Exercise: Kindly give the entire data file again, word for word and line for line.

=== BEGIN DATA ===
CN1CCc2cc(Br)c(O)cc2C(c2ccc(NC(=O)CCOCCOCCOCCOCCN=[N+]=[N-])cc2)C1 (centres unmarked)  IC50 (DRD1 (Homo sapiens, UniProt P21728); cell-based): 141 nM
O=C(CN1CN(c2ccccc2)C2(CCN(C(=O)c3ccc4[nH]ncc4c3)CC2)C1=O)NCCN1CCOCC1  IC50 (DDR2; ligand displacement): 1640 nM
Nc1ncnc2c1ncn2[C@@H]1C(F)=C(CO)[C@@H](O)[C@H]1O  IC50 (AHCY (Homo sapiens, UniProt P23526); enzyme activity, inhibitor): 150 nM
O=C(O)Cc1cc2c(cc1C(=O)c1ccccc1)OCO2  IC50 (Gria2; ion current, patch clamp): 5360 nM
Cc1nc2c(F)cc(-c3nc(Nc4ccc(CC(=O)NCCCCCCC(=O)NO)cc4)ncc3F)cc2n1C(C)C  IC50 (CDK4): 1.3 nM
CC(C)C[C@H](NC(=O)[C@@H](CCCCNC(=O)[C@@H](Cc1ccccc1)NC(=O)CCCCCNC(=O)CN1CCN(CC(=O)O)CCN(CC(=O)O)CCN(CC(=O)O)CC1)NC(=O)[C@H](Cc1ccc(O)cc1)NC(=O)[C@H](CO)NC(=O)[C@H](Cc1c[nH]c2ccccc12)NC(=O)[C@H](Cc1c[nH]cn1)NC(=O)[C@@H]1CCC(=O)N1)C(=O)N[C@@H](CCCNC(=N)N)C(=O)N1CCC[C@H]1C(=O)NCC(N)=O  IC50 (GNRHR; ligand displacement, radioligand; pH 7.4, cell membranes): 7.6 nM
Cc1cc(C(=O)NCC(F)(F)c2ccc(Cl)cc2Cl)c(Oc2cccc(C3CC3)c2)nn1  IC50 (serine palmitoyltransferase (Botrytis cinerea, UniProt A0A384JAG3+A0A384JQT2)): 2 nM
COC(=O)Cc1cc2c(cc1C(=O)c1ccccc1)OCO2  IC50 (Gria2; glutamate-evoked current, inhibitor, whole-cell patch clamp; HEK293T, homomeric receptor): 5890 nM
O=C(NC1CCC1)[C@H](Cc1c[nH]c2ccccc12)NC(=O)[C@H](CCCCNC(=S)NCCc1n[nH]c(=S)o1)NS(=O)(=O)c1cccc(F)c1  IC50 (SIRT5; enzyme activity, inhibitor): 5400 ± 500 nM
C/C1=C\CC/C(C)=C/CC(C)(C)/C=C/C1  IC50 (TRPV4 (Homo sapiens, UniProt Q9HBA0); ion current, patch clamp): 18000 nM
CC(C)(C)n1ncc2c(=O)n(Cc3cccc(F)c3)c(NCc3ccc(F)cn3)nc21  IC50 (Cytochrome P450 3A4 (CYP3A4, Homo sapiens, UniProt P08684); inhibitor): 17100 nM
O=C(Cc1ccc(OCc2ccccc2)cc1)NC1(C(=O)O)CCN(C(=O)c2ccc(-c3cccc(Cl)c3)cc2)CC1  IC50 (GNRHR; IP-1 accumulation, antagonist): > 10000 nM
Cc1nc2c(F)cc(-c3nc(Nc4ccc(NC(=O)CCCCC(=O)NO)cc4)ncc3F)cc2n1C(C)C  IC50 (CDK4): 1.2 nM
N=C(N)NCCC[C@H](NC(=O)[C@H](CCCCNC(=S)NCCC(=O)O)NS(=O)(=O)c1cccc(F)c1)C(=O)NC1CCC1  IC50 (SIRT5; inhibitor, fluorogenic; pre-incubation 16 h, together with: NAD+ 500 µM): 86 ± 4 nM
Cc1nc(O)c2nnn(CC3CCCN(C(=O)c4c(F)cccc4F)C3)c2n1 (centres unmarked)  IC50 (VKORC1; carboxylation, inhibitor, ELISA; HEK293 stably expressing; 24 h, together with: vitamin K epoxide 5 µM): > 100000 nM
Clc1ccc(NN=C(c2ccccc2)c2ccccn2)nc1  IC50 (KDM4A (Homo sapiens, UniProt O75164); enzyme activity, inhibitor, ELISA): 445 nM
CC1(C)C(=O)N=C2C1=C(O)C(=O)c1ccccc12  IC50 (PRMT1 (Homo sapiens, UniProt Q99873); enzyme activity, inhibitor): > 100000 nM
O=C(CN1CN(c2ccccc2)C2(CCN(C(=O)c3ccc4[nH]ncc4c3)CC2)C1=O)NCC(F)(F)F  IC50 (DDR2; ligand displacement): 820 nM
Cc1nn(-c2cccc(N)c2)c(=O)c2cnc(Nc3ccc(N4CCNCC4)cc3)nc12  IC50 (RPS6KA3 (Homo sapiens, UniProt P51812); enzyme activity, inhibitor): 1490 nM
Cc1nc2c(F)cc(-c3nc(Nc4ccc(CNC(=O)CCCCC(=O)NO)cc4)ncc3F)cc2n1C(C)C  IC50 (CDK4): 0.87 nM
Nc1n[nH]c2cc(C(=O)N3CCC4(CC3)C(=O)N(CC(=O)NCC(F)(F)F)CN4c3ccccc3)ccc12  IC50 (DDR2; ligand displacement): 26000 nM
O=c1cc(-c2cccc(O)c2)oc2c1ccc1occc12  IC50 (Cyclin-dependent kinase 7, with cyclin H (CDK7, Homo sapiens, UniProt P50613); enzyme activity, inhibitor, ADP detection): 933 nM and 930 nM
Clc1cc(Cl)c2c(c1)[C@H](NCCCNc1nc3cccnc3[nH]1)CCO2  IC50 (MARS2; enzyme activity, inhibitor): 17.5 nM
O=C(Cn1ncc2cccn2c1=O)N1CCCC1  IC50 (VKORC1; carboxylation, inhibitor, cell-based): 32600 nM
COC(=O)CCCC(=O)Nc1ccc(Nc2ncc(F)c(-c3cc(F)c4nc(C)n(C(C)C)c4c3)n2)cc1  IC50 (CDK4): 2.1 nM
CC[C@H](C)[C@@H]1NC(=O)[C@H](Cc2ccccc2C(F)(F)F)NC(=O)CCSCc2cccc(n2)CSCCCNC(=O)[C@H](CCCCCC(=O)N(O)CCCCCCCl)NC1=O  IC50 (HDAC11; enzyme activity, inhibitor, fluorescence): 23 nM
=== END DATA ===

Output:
CN1CCc2cc(Br)c(O)cc2C(c2ccc(NC(=O)CCOCCOCCOCCOCCN=[N+]=[N-])cc2)C1 (centres unmarked)  IC50 (DRD1 (Homo sapiens, UniProt P21728); cell-based): 141 nM
O=C(CN1CN(c2ccccc2)C2(CCN(C(=O)c3ccc4[nH]ncc4c3)CC2)C1=O)NCCN1CCOCC1  IC50 (DDR2; ligand displacement): 1640 nM
Nc1ncnc2c1ncn2[C@@H]1C(F)=C(CO)[C@@H](O)[C@H]1O  IC50 (AHCY (Homo sapiens, UniProt P23526); enzyme activity, inhibitor): 150 nM
O=C(O)Cc1cc2c(cc1C(=O)c1ccccc1)OCO2  IC50 (Gria2; ion current, patch clamp): 5360 nM
Cc1nc2c(F)cc(-c3nc(Nc4ccc(CC(=O)NCCCCCCC(=O)NO)cc4)ncc3F)cc2n1C(C)C  IC50 (CDK4): 1.3 nM
CC(C)C[C@H](NC(=O)[C@@H](CCCCNC(=O)[C@@H](Cc1ccccc1)NC(=O)CCCCCNC(=O)CN1CCN(CC(=O)O)CCN(CC(=O)O)CCN(CC(=O)O)CC1)NC(=O)[C@H](Cc1ccc(O)cc1)NC(=O)[C@H](CO)NC(=O)[C@H](Cc1c[nH]c2ccccc12)NC(=O)[C@H](Cc1c[nH]cn1)NC(=O)[C@@H]1CCC(=O)N1)C(=O)N[C@@H](CCCNC(=N)N)C(=O)N1CCC[C@H]1C(=O)NCC(N)=O  IC50 (GNRHR; ligand displacement, radioligand; pH 7.4, cell membranes): 7.6 nM
Cc1cc(C(=O)NCC(F)(F)c2ccc(Cl)cc2Cl)c(Oc2cccc(C3CC3)c2)nn1  IC50 (serine palmitoyltransferase (Botrytis cinerea, UniProt A0A384JAG3+A0A384JQT2)): 2 nM
COC(=O)Cc1cc2c(cc1C(=O)c1ccccc1)OCO2  IC50 (Gria2; glutamate-evoked current, inhibitor, whole-cell patch clamp; HEK293T, homomeric receptor): 5890 nM
O=C(NC1CCC1)[C@H](Cc1c[nH]c2ccccc12)NC(=O)[C@H](CCCCNC(=S)NCCc1n[nH]c(=S)o1)NS(=O)(=O)c1cccc(F)c1  IC50 (SIRT5; enzyme activity, inhibitor): 5400 ± 500 nM
C/C1=C\CC/C(C)=C/CC(C)(C)/C=C/C1  IC50 (TRPV4 (Homo sapiens, UniProt Q9HBA0); ion current, patch clamp): 18000 nM
CC(C)(C)n1ncc2c(=O)n(Cc3cccc(F)c3)c(NCc3ccc(F)cn3)nc21  IC50 (Cytochrome P450 3A4 (CYP3A4, Homo sapiens, UniProt P08684); inhibitor): 17100 nM
O=C(Cc1ccc(OCc2ccccc2)cc1)NC1(C(=O)O)CCN(C(=O)c2ccc(-c3cccc(Cl)c3)cc2)CC1  IC50 (GNRHR; IP-1 accumulation, antagonist): > 10000 nM
Cc1nc2c(F)cc(-c3nc(Nc4ccc(NC(=O)CCCCC(=O)NO)cc4)ncc3F)cc2n1C(C)C  IC50 (CDK4): 1.2 nM
N=C(N)NCCC[C@H](NC(=O)[C@H](CCCCNC(=S)NCCC(=O)O)NS(=O)(=O)c1cccc(F)c1)C(=O)NC1CCC1  IC50 (SIRT5; inhibitor, fluorogenic; pre-incubation 16 h, together with: NAD+ 500 µM): 86 ± 4 nM
Cc1nc(O)c2nnn(CC3CCCN(C(=O)c4c(F)cccc4F)C3)c2n1 (centres unmarked)  IC50 (VKORC1; carboxylation, inhibitor, ELISA; HEK293 stably expressing; 24 h, together with: vitamin K epoxide 5 µM): > 100000 nM
Clc1ccc(NN=C(c2ccccc2)c2ccccn2)nc1  IC50 (KDM4A (Homo sapiens, UniProt O75164); enzyme activity, inhibitor, ELISA): 445 nM
CC1(C)C(=O)N=C2C1=C(O)C(=O)c1ccccc12  IC50 (PRMT1 (Homo sapiens, UniProt Q99873); enzyme activity, inhibitor): > 100000 nM
O=C(CN1CN(c2ccccc2)C2(CCN(C(=O)c3ccc4[nH]ncc4c3)CC2)C1=O)NCC(F)(F)F  IC50 (DDR2; ligand displacement): 820 nM
Cc1nn(-c2cccc(N)c2)c(=O)c2cnc(Nc3ccc(N4CCNCC4)cc3)nc12  IC50 (RPS6KA3 (Homo sapiens, UniProt P51812); enzyme activity, inhibitor): 1490 nM
Cc1nc2c(F)cc(-c3nc(Nc4ccc(CNC(=O)CCCCC(=O)NO)cc4)ncc3F)cc2n1C(C)C  IC50 (CDK4): 0.87 nM
Nc1n[nH]c2cc(C(=O)N3CCC4(CC3)C(=O)N(CC(=O)NCC(F)(F)F)CN4c3ccccc3)ccc12  IC50 (DDR2; ligand displacement): 26000 nM
O=c1cc(-c2cccc(O)c2)oc2c1ccc1occc12  IC50 (Cyclin-dependent kinase 7, with cyclin H (CDK7, Homo sapiens, UniProt P50613); enzyme activity, inhibitor, ADP detection): 933 nM and 930 nM
Clc1cc(Cl)c2c(c1)[C@H](NCCCNc1nc3cccnc3[nH]1)CCO2  IC50 (MARS2; enzyme activity, inhibitor): 17.5 nM
O=C(Cn1ncc2cccn2c1=O)N1CCCC1  IC50 (VKORC1; carboxylation, inhibitor, cell-based): 32600 nM
COC(=O)CCCC(=O)Nc1ccc(Nc2ncc(F)c(-c3cc(F)c4nc(C)n(C(C)C)c4c3)n2)cc1  IC50 (CDK4): 2.1 nM
CC[C@H](C)[C@@H]1NC(=O)[C@H](Cc2ccccc2C(F)(F)F)NC(=O)CCSCc2cccc(n2)CSCCCNC(=O)[C@H](CCCCCC(=O)N(O)CCCCCCCl)NC1=O  IC50 (HDAC11; enzyme activity, inhibitor, fluorescence): 23 nM